Scouting Running Backs
About six years ago, I did a study on the effect rookie running backs and receivers had on their teams as rookies. What I found out was there are many more running backs that have an impact as a rookie as compared to receivers. Except for a few freaks of nature such as Larry Fitzgerald, on average it’s usually the receiver’s third year before he is a consistently good contributor but there are many first and second-year running backs that are consistently productive. Why? It’s the learning curve and nuances of the game for the receiver. The NFL passing game is very complex and it takes a few years before many receivers are comfortable. For the running back it’s more instincts and physical traits. If he can learn the offense, then he’s ready to go. The one holdup can be in pass protection — that is why many young backs are replaced by a vet in obvious passing situations.
Barry Sanders may not have had the measurables, but he went on to become a Hall of Fame back.
While they may be ideal size requirements for linemen, that is not the case with backs. The coordinator and the scheme a team runs has a lot to say on the size of the running backs a team looks at. There have been Hall of Fame backs like Emmitt Smith, Barry Sanders and Thurman Thomas who have all been under 5-10, and in the case of Sanders and Thomas weighed less than 200 pounds. Then there are guys like Adrian Peterson or Marcus Allen who are 6-1 to 6-2 and weigh 215 to 225 pounds. So they come in all shapes and sizes — talent is what counts.
What are the common traits of top backs? Outstanding quickness rather than speed is a common trait. The backs’ ability to burst to the hole is extremely important. Backs also have to have loose hips and top body control. Backs who lack these traits take too many steps to make cuts because of their lack of top flexibility. Running backs have to have excellent instincts and vision. By this I mean the sixth sense to find an opening very quickly and get to it. He has to have quick feet and the elusiveness to make defenders miss both in tight spots and in the open field. Almost all good backs have lean, power and explosiveness, they can consistently break tackles and get yards after contact.
Backs have to be creative and their creativeness is tied in with instincts. You also want to find players that have the ability to make big plays. It is here that speed can come into play. The quick back might get a 25-yard gain but the back with both quickness and speed can take it the distance. There are two backs in the league now whose game is all speed and they are Chris Johnson of the Titans and Jamaal Charles of Kansas City. Neither of these players is very big but they both have sub-4.4 speed. On the other hand, two Hall Of Famers, Emmitt Smith and Marcus Allen, both were consistent big-play producers and neither could break a 4.6. In fact, they timed much closer to 4.7.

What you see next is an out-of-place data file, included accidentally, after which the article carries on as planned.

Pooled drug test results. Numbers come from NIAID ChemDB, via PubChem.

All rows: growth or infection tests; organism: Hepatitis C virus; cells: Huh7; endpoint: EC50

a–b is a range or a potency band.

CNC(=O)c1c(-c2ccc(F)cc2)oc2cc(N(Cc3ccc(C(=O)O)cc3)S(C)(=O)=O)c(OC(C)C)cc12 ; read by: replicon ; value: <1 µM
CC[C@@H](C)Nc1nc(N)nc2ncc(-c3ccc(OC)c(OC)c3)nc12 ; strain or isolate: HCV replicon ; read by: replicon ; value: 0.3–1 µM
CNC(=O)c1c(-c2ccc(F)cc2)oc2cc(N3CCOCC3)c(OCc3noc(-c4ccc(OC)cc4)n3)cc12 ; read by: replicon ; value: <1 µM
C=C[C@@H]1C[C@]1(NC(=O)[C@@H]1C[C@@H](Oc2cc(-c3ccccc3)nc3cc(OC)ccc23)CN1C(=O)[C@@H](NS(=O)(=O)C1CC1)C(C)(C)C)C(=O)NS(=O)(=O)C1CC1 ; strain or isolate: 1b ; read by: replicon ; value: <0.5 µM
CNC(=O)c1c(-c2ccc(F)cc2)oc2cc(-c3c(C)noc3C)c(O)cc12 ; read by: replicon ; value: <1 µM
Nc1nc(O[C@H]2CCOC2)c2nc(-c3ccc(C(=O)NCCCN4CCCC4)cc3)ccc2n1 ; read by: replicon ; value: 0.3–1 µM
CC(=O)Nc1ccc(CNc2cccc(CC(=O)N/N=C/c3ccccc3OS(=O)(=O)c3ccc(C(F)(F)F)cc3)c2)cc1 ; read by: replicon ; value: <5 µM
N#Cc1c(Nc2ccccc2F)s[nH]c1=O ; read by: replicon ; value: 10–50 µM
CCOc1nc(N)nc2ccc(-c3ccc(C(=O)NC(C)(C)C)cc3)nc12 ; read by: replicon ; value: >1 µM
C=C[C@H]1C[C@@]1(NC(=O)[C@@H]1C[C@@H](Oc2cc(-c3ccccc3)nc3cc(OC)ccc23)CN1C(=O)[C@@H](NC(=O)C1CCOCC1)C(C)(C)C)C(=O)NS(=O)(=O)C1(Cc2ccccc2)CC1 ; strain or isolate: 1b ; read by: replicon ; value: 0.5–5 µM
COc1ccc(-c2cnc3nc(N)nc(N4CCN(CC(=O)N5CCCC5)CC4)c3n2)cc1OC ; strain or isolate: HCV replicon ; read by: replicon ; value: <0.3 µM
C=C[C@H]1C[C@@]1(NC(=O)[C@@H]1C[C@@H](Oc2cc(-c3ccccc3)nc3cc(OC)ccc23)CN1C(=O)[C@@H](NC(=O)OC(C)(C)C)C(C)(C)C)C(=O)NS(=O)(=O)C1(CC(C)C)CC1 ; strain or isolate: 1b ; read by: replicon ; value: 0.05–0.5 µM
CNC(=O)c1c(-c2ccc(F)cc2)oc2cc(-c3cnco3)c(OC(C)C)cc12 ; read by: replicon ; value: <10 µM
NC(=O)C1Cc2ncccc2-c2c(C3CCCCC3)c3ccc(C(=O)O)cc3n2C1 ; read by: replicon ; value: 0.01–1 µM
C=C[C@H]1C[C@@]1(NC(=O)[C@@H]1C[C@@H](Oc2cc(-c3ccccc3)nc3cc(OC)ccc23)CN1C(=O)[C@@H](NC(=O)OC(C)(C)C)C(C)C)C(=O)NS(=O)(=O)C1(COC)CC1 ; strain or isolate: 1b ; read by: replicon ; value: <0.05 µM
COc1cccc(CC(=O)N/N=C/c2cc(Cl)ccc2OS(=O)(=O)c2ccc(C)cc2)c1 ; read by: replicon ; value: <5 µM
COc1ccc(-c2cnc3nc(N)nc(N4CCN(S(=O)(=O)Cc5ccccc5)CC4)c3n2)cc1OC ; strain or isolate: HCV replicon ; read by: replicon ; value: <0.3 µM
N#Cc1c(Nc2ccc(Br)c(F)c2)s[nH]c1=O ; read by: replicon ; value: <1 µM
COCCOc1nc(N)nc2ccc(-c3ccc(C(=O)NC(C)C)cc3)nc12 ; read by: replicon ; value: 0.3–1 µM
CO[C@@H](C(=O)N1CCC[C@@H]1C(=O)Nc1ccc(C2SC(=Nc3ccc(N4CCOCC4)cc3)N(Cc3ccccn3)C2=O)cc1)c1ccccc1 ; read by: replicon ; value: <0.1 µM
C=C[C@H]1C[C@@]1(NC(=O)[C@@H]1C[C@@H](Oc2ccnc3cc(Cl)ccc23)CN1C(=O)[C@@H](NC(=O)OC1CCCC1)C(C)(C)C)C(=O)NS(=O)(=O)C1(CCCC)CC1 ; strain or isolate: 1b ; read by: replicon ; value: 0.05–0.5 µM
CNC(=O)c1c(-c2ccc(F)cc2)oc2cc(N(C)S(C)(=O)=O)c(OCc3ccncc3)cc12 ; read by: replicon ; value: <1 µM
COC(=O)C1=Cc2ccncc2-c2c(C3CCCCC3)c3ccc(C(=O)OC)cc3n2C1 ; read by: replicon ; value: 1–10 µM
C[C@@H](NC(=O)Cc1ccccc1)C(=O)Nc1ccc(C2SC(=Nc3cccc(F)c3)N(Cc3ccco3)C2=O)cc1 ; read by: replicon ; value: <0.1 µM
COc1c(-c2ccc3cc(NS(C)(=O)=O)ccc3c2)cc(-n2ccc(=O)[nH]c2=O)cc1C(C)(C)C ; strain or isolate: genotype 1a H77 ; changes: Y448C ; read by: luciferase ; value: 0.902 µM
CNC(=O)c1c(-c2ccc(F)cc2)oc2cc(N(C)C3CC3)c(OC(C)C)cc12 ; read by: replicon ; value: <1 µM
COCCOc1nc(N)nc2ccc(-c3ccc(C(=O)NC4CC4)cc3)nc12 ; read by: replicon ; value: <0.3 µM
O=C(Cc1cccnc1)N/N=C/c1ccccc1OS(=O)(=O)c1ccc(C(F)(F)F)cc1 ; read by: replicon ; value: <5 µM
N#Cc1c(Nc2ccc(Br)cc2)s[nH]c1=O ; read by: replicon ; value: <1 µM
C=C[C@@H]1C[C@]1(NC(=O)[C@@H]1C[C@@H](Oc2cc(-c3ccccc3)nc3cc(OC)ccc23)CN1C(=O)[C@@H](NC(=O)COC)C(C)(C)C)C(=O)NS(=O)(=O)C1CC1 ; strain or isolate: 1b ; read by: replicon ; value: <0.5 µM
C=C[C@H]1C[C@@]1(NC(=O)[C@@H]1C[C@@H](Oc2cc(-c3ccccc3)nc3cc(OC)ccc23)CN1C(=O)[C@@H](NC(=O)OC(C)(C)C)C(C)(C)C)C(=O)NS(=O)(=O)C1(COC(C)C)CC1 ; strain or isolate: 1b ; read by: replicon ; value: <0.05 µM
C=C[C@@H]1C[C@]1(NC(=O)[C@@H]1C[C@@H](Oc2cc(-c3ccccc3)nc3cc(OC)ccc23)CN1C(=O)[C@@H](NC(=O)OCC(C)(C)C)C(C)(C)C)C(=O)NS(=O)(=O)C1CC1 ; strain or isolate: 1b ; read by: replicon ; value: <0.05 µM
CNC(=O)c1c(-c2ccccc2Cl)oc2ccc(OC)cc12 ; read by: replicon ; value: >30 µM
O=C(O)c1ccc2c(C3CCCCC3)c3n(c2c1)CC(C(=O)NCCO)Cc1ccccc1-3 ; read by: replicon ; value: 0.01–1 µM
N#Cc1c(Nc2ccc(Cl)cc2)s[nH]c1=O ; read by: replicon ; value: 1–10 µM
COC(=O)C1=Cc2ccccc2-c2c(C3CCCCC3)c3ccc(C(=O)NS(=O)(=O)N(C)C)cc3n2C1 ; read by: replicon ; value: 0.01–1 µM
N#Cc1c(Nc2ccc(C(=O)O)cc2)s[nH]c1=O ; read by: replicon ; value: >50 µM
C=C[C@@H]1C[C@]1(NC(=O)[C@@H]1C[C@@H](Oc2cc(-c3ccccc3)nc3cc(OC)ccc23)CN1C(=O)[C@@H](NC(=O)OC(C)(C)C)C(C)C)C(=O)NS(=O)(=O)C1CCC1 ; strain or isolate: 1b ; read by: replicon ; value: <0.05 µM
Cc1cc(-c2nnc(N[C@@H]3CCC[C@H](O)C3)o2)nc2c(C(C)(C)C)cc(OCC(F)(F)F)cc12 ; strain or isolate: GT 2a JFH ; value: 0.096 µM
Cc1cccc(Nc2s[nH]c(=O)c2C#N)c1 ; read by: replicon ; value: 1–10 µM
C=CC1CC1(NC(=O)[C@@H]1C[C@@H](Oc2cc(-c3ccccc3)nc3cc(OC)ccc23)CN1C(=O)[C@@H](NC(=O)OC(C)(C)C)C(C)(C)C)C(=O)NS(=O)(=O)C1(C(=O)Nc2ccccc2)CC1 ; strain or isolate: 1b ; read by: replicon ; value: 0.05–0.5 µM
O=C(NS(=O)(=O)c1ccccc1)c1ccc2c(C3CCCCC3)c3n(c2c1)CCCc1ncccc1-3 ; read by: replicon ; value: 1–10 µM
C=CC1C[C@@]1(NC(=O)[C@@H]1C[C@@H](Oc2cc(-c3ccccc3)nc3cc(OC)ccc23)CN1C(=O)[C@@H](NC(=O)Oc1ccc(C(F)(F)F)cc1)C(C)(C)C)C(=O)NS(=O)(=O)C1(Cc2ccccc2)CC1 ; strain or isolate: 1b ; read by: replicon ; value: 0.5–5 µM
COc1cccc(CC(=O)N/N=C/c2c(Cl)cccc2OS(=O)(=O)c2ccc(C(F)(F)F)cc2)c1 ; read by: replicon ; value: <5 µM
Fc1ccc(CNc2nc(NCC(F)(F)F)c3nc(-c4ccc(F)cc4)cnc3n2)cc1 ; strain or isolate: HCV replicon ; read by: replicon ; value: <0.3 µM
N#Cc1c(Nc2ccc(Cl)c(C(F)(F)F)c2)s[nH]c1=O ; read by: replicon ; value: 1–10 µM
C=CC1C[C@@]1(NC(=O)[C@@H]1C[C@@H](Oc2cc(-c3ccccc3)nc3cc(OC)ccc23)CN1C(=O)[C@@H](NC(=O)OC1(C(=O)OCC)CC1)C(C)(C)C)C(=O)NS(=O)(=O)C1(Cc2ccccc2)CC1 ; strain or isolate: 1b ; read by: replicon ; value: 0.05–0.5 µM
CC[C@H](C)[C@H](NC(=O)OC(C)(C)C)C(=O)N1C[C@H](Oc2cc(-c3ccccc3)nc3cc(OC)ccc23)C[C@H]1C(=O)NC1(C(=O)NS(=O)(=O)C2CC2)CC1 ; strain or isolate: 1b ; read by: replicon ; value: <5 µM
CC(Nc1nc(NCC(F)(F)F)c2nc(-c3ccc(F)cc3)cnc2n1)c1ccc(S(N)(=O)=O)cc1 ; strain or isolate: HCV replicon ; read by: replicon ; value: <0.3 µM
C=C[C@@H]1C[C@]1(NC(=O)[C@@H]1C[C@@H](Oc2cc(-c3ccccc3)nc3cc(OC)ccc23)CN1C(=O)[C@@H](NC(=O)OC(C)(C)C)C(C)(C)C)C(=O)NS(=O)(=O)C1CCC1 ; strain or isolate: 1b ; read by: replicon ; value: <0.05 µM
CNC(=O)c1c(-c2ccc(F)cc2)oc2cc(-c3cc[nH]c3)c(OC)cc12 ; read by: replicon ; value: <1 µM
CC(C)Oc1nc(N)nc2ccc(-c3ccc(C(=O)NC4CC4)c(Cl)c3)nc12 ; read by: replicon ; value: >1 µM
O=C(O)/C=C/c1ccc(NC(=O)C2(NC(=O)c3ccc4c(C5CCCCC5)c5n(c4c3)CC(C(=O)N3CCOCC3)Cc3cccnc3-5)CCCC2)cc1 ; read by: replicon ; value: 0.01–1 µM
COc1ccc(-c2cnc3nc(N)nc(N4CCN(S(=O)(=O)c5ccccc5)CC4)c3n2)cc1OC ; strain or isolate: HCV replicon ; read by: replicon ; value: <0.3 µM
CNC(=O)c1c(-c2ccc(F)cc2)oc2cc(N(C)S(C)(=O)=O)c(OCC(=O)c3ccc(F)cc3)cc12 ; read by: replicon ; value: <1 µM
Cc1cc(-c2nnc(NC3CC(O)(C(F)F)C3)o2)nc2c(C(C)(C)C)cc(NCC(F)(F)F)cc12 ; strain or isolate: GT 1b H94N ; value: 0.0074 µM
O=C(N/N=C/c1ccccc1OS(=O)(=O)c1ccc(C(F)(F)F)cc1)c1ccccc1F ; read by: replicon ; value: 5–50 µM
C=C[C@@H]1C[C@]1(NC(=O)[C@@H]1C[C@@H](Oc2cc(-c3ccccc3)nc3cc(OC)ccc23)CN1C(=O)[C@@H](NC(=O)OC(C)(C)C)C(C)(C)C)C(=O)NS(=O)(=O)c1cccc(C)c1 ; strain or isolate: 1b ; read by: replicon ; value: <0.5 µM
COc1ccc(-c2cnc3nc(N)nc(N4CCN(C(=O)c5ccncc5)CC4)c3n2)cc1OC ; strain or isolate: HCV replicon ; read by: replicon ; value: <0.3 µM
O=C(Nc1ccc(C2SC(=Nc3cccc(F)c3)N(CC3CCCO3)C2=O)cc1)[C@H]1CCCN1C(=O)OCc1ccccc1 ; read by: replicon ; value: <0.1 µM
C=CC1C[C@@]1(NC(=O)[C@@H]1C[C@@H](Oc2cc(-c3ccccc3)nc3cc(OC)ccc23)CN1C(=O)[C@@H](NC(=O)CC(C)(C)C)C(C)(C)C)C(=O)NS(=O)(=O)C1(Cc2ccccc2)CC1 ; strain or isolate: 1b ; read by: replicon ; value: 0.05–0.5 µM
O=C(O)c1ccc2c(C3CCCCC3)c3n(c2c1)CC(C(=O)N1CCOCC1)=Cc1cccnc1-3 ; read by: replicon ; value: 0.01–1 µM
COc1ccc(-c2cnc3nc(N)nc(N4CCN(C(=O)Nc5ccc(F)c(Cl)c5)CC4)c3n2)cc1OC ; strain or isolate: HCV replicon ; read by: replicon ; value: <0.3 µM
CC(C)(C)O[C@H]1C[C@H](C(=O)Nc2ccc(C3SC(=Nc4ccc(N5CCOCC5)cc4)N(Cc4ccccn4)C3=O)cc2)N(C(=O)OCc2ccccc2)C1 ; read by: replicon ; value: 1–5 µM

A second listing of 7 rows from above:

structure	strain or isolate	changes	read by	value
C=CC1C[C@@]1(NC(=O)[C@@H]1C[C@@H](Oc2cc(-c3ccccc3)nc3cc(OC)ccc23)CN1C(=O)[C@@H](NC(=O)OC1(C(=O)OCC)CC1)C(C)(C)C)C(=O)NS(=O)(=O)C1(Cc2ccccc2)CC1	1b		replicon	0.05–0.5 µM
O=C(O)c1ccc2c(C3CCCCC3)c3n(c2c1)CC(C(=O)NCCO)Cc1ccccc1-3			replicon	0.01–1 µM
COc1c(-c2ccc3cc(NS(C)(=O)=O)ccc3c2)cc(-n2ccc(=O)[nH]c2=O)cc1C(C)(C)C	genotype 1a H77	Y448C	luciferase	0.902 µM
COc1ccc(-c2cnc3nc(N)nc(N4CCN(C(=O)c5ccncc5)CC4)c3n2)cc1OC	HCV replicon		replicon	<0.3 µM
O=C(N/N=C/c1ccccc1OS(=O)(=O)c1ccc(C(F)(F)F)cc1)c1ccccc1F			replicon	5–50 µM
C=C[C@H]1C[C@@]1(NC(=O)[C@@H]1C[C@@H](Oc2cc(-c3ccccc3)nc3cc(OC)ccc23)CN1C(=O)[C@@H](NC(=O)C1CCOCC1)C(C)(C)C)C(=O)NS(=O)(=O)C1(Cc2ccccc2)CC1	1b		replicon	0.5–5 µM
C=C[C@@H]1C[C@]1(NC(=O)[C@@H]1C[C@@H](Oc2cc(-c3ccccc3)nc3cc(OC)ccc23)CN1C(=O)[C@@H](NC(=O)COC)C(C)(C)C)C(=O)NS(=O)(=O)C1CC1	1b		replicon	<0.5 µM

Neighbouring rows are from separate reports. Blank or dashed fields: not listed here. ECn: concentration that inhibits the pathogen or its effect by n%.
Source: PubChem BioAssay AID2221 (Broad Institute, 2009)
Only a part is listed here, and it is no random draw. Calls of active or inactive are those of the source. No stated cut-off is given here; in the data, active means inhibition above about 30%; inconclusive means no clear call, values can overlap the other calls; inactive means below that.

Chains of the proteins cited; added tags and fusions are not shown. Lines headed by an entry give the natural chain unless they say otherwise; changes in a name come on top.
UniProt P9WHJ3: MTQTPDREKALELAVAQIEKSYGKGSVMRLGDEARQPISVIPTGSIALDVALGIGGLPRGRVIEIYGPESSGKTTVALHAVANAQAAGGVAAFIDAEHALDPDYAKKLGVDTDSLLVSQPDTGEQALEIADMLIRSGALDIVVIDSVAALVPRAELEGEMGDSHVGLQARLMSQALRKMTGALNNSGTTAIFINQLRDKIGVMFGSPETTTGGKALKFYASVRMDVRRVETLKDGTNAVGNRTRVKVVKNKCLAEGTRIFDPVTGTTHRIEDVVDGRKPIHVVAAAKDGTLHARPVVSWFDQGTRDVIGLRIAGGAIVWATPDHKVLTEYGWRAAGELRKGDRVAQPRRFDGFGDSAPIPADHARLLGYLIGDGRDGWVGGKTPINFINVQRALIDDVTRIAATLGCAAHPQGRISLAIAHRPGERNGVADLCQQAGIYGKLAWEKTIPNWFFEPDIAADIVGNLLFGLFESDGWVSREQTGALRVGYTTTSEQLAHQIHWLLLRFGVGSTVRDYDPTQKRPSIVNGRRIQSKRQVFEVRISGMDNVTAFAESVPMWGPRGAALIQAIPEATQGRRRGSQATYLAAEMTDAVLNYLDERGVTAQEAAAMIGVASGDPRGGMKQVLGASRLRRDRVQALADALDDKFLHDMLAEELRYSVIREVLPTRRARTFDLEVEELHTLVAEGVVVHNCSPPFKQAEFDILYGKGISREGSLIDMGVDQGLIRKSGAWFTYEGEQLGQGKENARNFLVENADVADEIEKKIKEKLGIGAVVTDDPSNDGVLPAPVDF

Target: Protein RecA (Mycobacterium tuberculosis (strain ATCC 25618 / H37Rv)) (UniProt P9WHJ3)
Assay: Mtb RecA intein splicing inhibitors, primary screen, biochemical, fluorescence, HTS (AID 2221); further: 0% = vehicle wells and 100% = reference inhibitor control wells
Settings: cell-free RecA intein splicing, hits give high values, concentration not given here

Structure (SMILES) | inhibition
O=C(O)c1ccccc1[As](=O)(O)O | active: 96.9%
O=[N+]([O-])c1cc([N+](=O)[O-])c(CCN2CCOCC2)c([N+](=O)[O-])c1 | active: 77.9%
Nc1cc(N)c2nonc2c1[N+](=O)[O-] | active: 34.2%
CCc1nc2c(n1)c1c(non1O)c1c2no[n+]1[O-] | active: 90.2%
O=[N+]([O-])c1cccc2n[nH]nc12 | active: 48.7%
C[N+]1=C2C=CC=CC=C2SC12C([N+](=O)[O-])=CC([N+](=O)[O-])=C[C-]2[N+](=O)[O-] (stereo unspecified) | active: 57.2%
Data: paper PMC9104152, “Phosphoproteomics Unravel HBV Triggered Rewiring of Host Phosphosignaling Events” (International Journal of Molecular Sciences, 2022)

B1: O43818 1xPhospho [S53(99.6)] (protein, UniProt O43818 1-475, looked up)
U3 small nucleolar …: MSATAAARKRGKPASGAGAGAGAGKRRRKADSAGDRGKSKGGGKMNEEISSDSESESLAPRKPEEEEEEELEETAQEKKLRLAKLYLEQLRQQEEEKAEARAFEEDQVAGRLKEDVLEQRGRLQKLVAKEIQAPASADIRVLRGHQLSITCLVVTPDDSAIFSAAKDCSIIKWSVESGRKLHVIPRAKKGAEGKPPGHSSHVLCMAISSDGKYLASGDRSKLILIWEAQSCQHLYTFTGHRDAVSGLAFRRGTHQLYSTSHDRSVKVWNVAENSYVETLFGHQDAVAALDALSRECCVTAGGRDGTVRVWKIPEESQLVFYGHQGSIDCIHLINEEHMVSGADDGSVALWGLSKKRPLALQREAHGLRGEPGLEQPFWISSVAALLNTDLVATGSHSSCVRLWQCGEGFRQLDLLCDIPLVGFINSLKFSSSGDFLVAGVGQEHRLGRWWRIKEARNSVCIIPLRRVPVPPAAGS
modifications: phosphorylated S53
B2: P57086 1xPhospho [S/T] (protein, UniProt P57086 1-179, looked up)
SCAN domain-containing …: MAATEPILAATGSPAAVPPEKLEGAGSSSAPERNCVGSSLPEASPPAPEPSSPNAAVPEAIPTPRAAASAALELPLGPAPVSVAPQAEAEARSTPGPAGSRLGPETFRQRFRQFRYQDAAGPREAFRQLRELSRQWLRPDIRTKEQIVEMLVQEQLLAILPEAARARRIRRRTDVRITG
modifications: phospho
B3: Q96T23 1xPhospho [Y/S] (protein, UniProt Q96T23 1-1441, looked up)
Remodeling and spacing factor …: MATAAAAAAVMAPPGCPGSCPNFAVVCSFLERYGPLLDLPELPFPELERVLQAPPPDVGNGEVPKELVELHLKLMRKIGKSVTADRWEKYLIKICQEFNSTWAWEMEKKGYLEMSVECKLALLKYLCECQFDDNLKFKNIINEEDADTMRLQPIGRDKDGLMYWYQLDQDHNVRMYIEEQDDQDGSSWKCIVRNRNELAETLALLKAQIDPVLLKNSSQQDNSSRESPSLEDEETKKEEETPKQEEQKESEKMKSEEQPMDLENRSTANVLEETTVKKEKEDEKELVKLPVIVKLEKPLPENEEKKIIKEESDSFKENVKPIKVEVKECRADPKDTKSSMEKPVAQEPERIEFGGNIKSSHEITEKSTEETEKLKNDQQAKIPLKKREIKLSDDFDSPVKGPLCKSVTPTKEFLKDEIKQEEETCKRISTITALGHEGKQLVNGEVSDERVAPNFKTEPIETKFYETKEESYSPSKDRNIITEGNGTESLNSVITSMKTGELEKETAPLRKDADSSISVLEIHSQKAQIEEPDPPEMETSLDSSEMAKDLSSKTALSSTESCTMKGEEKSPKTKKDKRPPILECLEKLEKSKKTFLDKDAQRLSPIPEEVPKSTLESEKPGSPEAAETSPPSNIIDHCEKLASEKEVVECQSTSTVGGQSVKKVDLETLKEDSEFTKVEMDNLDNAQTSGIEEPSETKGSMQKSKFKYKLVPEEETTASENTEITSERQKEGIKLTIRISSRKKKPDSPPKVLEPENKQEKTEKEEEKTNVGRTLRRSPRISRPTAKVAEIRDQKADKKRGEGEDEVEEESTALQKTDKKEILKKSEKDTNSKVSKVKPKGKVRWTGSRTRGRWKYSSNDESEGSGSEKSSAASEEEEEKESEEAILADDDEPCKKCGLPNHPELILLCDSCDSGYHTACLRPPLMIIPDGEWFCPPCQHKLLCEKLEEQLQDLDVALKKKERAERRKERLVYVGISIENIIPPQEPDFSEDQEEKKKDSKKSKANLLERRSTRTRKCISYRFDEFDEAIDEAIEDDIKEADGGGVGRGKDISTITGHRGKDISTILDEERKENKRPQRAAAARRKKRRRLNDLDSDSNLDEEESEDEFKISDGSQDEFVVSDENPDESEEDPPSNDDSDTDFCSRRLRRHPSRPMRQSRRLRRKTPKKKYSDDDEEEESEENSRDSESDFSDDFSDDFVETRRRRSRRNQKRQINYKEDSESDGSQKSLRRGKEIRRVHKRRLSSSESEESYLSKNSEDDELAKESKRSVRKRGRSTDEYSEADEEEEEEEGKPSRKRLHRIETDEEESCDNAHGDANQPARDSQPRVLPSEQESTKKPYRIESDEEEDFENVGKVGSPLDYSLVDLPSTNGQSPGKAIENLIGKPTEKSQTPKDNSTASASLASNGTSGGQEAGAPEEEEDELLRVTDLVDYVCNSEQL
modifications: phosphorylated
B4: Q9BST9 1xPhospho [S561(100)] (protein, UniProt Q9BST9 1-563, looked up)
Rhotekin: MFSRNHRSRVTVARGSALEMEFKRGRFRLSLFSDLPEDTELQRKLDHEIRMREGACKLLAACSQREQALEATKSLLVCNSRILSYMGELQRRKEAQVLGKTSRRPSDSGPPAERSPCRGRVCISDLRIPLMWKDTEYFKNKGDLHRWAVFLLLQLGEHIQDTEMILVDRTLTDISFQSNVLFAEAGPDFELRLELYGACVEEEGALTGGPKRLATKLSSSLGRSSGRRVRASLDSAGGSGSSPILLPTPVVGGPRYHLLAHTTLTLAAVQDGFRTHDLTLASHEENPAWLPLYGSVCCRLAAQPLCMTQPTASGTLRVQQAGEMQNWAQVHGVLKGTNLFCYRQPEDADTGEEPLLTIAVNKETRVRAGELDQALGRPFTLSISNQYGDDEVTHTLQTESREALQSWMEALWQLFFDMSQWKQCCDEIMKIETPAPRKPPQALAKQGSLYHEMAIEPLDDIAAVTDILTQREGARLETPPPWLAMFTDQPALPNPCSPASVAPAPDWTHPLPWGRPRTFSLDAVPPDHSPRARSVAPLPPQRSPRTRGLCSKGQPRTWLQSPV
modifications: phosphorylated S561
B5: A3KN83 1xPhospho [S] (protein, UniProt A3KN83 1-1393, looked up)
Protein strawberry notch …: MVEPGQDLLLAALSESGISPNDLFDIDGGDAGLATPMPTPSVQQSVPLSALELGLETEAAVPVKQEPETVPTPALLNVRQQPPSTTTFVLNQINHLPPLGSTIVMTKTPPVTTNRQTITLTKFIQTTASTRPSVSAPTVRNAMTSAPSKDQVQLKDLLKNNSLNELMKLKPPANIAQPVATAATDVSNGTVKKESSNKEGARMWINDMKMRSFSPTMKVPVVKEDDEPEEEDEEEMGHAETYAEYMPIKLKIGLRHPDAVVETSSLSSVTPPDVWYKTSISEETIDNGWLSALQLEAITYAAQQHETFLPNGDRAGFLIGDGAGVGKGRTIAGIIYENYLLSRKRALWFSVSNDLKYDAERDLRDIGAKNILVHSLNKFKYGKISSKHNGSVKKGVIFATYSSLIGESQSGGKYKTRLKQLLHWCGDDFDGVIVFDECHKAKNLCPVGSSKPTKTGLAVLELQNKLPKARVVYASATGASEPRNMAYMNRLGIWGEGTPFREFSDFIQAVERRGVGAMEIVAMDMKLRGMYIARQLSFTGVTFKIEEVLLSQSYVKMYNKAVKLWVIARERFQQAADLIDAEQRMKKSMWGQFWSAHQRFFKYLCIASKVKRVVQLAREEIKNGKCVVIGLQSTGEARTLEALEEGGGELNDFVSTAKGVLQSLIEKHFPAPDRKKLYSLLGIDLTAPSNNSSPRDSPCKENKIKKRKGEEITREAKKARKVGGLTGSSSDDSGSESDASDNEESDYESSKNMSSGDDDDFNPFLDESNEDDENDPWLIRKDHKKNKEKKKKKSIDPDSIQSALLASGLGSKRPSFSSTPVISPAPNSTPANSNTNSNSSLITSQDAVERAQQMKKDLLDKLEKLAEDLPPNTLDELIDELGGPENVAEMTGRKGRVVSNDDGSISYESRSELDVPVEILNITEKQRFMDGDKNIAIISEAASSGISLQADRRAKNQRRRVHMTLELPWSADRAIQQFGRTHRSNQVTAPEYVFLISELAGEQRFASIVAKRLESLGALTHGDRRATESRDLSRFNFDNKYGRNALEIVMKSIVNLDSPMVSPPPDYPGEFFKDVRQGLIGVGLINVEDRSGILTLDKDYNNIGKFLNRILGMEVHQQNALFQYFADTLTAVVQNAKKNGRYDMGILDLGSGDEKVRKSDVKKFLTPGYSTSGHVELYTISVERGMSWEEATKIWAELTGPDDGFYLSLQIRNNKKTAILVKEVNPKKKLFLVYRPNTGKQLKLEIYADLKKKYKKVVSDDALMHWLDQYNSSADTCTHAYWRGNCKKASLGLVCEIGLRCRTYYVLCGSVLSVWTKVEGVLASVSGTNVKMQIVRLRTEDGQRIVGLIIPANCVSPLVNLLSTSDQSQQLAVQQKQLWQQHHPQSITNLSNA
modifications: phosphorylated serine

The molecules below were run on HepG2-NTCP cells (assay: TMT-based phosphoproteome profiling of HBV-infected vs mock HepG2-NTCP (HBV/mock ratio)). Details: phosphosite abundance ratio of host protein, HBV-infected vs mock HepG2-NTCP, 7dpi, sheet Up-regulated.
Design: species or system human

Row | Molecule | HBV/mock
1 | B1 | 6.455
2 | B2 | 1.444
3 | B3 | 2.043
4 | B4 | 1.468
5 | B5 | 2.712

Complete backs also have to be reliable receivers. They have to have good hands and be good route runners. Two current backs, Matt Forte and Jamaal Charles, are often split out like wide receivers because their coaches trust them so much as receivers. In just three years, Forte has caught 171 passes and Charles 112, with most of Charles’ production coming in the last two years.
The last thing scouts look for when scouting backs is blocking ability. In the college game many backs are not asked to block that much so often it becomes a learned trait once they get to the NFL. When scouting, if a scout sees a back who is an outstanding blocker in college then that back will have extra value. The backs who become top blockers are all tough guys who are very competitive. Size is important but I have seen smaller backs who were good blockers. They have this innate toughness and refuse to be beat. Good blockers also have top instincts, they have a knack for reading different blitzes and stunts and keep good position.
In today’s game you don’t see the fullback used that much anymore. Many teams don’t even have one. Often, a team will use one of their “move tight ends” as a fullback. The common traits of the teams that still use a fullback is blocking ability and receiving skills. They seldom carry the ball, and when they do it’s usually to catch the offense off guard. It’s gotten to the point that when you scout a fullback you almost don’t grade his run skills. If a team is going to use a fullback, the player has to be a dominant run and pass blocker. He has to have size, strength, power and body control. You look for a guy who can adjust on the move and have some snap to him when he makes contact. When pass blocking he has to have instincts, size, good hand use and the ability to anchor. As a receiver he has to have good hands and be able to uncover versus zone defenses, find the openings in the underneath zones for check down passes. It’s because of what teams ask a fullback to do that the smaller “move tight ends” are more desirable to play the position.
Want to work in the NFL? Click here to sign up for the NFP's "Chalk Talk at the Combine" Seminar February 25 in Indianapolis.